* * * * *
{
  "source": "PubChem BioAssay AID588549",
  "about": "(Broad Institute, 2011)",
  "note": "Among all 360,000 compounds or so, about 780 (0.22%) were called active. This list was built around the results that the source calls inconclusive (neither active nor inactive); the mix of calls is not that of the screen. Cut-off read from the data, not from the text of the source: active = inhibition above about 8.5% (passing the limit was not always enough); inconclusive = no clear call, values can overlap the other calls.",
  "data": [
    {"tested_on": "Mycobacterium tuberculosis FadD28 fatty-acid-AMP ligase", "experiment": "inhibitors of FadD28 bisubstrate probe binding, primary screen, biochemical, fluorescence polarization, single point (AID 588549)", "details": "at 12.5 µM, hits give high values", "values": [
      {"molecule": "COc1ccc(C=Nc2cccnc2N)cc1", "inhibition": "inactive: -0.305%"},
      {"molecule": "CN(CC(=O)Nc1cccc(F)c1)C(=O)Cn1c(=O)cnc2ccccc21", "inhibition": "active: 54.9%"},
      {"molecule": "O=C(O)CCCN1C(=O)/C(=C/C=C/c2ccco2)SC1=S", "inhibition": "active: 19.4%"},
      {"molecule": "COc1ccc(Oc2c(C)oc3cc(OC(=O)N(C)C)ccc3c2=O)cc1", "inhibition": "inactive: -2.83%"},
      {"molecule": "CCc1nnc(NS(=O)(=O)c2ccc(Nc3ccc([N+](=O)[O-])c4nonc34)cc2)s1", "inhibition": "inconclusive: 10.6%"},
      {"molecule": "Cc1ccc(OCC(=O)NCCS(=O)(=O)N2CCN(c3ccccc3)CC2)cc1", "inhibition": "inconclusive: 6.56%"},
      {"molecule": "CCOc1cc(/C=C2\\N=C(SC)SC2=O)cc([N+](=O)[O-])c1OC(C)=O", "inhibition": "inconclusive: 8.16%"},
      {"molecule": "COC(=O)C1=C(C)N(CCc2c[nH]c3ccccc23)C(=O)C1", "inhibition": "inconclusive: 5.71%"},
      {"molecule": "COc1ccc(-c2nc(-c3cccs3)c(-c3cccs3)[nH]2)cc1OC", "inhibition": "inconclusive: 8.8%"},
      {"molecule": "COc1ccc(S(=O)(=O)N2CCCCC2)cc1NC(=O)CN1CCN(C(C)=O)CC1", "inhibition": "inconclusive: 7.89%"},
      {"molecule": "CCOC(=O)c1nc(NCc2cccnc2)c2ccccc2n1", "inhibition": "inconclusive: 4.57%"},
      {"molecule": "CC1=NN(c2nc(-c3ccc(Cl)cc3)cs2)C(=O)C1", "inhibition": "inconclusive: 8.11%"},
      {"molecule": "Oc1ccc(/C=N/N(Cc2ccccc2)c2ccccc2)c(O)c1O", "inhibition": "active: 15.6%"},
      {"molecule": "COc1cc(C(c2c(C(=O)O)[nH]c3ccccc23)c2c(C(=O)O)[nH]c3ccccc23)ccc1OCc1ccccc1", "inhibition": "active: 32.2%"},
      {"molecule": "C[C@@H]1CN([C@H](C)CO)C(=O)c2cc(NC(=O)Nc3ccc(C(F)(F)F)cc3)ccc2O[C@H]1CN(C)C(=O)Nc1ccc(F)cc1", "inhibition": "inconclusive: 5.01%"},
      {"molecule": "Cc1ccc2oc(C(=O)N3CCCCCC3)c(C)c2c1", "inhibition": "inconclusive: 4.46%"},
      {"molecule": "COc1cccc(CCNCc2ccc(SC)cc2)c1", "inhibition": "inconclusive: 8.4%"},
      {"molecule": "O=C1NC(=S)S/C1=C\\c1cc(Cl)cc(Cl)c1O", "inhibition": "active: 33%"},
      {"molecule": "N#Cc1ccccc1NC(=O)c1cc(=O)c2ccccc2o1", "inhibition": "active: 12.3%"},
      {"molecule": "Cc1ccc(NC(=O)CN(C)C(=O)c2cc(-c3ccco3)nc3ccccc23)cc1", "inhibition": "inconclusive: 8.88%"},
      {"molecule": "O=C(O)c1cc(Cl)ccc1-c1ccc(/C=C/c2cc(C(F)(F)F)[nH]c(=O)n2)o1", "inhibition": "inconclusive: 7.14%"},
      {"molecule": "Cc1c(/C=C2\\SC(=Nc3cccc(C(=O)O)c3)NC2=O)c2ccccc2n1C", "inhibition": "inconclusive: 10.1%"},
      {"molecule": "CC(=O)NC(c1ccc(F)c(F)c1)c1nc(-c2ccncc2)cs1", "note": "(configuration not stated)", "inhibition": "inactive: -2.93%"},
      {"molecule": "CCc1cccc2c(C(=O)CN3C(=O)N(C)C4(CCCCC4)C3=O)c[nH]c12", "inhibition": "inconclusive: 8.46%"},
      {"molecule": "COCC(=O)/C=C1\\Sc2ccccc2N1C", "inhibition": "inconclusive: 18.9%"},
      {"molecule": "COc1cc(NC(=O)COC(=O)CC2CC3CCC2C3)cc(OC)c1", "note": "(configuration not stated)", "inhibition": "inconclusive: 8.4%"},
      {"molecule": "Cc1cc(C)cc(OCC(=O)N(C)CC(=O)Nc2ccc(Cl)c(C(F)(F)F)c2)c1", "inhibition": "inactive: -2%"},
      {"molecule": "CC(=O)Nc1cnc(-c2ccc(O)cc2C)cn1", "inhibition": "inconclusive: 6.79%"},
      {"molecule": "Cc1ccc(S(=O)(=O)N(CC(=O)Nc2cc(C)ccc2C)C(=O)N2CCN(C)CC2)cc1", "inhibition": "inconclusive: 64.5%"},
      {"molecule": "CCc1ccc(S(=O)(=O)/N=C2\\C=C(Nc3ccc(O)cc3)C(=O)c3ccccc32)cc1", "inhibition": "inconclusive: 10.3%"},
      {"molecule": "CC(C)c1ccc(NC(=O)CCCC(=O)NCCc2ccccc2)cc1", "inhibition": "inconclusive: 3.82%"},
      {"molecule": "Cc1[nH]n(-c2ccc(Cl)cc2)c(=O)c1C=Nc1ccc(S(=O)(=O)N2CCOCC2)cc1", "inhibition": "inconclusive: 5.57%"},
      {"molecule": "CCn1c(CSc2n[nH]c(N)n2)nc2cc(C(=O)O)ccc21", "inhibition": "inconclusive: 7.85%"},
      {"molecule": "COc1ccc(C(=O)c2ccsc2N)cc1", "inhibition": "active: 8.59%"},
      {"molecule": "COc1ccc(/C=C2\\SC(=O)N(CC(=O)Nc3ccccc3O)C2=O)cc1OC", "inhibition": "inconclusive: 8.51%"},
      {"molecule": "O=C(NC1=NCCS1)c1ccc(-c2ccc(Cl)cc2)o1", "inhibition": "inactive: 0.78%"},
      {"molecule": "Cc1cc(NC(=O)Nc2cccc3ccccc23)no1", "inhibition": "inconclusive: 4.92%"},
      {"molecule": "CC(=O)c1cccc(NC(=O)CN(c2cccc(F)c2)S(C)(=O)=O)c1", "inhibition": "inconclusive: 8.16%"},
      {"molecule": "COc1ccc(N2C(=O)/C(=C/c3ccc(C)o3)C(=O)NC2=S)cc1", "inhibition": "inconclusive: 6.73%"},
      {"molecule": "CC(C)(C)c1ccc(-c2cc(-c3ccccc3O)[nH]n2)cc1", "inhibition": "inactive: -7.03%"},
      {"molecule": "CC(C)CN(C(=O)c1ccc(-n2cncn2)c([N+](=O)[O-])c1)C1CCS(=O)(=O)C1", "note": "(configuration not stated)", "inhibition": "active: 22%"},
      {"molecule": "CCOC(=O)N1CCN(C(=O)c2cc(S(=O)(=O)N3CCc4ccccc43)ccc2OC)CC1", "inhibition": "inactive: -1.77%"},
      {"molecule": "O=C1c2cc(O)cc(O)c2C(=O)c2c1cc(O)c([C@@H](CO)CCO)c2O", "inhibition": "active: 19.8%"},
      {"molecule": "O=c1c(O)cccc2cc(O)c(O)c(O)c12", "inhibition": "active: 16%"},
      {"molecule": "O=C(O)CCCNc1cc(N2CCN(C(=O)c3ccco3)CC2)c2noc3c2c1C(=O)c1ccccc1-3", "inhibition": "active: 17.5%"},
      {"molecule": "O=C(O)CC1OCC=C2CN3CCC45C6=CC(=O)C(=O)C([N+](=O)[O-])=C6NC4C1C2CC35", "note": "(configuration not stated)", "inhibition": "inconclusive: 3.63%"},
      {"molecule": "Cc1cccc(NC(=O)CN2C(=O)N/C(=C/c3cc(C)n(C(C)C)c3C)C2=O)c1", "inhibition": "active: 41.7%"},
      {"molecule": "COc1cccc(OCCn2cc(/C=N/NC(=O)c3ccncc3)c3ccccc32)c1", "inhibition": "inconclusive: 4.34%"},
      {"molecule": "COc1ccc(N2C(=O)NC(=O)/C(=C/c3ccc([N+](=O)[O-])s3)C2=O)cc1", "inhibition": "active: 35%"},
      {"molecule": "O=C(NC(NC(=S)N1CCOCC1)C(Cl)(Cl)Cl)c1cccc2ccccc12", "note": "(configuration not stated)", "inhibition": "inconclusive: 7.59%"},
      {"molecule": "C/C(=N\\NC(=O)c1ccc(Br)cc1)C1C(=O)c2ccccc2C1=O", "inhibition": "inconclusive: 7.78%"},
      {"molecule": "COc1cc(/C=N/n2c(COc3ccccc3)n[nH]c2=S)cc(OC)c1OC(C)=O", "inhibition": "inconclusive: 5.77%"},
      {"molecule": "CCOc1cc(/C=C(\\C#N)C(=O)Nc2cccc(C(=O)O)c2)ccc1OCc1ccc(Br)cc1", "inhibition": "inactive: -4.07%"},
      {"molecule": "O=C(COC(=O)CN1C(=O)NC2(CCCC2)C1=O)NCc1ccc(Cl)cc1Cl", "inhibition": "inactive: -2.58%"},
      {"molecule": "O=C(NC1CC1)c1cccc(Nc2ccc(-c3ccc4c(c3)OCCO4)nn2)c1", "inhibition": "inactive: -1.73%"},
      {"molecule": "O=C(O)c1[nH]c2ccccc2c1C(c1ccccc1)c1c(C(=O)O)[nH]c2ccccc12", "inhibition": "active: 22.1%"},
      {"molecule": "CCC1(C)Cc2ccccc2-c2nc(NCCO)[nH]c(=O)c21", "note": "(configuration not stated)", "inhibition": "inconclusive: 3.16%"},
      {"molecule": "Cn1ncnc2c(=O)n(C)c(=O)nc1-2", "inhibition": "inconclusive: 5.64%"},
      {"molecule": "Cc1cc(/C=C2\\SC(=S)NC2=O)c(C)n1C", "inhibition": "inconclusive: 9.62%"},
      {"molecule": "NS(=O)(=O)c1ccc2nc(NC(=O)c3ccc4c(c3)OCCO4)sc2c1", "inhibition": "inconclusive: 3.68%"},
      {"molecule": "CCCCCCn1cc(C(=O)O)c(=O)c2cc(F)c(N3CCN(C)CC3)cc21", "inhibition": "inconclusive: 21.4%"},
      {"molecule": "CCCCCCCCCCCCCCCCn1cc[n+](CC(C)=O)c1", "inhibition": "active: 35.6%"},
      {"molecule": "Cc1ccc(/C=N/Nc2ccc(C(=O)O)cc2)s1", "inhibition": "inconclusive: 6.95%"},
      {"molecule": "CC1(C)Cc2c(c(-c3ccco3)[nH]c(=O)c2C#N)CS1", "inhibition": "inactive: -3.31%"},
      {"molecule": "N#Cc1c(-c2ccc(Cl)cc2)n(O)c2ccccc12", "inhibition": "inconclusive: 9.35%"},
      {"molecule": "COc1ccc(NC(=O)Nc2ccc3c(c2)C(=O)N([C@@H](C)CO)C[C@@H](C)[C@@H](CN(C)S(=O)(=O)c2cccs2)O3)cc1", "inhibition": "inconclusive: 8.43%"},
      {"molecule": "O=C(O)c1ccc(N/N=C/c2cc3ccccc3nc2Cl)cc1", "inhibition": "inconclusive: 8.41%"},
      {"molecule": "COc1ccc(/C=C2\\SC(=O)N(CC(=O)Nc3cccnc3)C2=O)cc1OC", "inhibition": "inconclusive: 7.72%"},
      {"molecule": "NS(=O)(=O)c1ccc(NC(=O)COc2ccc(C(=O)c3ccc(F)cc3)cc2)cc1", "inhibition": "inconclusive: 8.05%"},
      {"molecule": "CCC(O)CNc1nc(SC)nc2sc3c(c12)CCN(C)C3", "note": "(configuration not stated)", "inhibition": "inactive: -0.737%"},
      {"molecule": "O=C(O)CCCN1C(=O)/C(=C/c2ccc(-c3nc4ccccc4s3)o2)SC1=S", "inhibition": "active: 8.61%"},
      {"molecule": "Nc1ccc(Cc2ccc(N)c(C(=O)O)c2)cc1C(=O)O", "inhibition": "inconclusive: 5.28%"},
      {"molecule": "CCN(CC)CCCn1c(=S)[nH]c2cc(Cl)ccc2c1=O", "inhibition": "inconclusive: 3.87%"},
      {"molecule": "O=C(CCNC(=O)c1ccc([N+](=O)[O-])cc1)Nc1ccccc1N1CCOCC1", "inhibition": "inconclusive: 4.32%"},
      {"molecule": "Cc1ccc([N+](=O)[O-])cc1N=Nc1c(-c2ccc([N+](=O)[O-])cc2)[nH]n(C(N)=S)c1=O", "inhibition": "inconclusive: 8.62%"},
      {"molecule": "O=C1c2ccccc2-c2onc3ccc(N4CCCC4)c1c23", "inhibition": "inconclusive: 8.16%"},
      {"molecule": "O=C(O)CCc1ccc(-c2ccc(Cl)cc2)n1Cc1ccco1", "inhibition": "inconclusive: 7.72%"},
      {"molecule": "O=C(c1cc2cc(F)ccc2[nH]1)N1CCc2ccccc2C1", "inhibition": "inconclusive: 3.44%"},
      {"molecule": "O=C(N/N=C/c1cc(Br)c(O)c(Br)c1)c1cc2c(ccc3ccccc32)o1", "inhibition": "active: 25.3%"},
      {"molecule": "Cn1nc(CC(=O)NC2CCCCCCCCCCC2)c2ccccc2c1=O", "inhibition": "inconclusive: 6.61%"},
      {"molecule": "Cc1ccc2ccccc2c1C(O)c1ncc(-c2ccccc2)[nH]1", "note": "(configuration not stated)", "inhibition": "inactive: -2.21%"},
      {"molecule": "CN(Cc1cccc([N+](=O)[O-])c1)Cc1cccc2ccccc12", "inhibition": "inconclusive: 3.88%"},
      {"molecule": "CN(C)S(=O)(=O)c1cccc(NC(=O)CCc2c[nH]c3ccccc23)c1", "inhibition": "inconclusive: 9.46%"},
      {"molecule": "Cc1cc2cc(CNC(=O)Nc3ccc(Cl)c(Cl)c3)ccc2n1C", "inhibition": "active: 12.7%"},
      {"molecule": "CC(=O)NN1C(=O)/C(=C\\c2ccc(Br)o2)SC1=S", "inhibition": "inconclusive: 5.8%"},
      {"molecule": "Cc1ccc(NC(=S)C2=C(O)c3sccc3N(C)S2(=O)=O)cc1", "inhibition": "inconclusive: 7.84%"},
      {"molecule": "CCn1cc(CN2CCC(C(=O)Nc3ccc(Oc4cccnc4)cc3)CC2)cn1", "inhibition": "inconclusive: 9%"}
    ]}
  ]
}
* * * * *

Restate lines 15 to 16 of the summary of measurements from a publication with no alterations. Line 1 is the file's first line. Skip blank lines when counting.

      {"molecule": "COc1ccc(-c2nc(-c3cccs3)c(-c3cccs3)[nH]2)cc1OC", "inhibition": "inconclusive: 8.8%"},
      {"molecule": "COc1ccc(S(=O)(=O)N2CCCCC2)cc1NC(=O)CN1CCN(C(C)=O)CC1", "inhibition": "inconclusive: 7.89%"},